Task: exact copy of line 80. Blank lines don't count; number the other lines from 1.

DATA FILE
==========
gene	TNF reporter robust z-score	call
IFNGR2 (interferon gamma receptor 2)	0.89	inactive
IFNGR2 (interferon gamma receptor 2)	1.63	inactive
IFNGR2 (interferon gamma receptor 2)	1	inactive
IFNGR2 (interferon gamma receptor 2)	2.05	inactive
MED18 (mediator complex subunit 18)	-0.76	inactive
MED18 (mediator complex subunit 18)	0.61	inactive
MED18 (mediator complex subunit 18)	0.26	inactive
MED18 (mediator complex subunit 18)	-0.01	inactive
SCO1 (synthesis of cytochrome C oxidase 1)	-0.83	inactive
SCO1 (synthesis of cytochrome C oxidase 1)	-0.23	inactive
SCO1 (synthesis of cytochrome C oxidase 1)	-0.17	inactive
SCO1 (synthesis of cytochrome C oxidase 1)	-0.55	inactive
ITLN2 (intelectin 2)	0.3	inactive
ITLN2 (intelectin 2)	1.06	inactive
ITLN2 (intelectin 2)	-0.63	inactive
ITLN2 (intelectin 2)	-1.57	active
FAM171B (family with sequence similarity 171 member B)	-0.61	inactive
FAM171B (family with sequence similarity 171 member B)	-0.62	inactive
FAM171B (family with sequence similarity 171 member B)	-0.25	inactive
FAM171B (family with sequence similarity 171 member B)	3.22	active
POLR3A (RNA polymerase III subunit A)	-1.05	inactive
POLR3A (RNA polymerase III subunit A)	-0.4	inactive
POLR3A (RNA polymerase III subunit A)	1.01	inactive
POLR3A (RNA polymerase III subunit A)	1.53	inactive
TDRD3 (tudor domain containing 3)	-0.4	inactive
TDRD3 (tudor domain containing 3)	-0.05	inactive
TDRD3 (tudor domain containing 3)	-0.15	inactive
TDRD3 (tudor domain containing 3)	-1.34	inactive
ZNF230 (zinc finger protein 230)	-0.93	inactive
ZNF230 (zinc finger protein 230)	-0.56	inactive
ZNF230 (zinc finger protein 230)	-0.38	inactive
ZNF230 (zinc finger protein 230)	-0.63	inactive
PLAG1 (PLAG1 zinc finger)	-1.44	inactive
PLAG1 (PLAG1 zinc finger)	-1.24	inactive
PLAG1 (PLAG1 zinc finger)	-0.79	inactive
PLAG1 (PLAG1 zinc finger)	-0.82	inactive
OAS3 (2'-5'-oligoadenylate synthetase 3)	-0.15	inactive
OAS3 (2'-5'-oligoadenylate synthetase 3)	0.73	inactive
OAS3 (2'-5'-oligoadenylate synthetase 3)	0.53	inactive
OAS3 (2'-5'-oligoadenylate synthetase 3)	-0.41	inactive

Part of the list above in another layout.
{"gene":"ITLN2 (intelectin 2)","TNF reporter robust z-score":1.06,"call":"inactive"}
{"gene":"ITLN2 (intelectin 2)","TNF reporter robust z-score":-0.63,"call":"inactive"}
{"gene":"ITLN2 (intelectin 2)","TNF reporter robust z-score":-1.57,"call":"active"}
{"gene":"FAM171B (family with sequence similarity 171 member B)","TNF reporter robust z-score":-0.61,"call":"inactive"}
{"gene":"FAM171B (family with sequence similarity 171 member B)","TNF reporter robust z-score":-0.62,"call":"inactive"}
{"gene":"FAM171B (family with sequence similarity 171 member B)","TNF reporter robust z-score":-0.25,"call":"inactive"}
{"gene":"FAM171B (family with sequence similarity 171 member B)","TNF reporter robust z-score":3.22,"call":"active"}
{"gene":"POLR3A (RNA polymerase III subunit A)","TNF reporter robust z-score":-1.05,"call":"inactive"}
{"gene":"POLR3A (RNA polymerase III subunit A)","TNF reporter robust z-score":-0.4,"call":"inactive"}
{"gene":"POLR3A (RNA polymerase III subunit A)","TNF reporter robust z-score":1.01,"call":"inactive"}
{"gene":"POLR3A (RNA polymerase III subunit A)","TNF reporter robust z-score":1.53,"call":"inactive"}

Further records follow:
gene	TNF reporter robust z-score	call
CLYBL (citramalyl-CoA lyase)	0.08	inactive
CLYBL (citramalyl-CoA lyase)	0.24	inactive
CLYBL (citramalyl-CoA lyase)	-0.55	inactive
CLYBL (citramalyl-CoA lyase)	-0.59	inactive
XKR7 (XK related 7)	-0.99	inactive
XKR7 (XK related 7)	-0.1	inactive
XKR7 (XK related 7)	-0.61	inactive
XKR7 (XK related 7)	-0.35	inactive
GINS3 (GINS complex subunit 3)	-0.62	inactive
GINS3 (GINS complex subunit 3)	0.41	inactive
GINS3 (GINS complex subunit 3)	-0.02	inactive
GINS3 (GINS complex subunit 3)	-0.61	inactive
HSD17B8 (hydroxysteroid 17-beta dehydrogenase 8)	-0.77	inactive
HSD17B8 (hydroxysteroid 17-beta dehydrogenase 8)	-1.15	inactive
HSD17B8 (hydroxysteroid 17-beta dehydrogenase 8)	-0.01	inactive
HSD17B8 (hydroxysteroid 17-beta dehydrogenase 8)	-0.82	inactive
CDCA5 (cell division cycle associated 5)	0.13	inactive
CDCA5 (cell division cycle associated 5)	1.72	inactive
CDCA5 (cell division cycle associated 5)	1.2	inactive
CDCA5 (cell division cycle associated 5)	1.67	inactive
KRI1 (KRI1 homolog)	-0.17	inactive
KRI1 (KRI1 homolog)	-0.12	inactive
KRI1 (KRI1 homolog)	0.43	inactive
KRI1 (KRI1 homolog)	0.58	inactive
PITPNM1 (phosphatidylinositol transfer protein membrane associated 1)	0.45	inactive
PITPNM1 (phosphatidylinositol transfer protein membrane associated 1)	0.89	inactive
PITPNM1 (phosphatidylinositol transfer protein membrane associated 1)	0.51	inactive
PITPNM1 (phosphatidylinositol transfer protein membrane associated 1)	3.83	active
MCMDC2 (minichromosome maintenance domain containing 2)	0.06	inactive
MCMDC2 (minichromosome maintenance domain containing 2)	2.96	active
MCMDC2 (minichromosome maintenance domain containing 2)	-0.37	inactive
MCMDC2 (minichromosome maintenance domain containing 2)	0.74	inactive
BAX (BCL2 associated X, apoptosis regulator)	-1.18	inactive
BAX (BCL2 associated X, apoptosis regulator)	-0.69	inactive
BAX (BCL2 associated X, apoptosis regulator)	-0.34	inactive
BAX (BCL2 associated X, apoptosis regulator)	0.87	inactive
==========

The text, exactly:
PITPNM1 (phosphatidylinositol transfer protein membrane associated 1)	0.45	inactive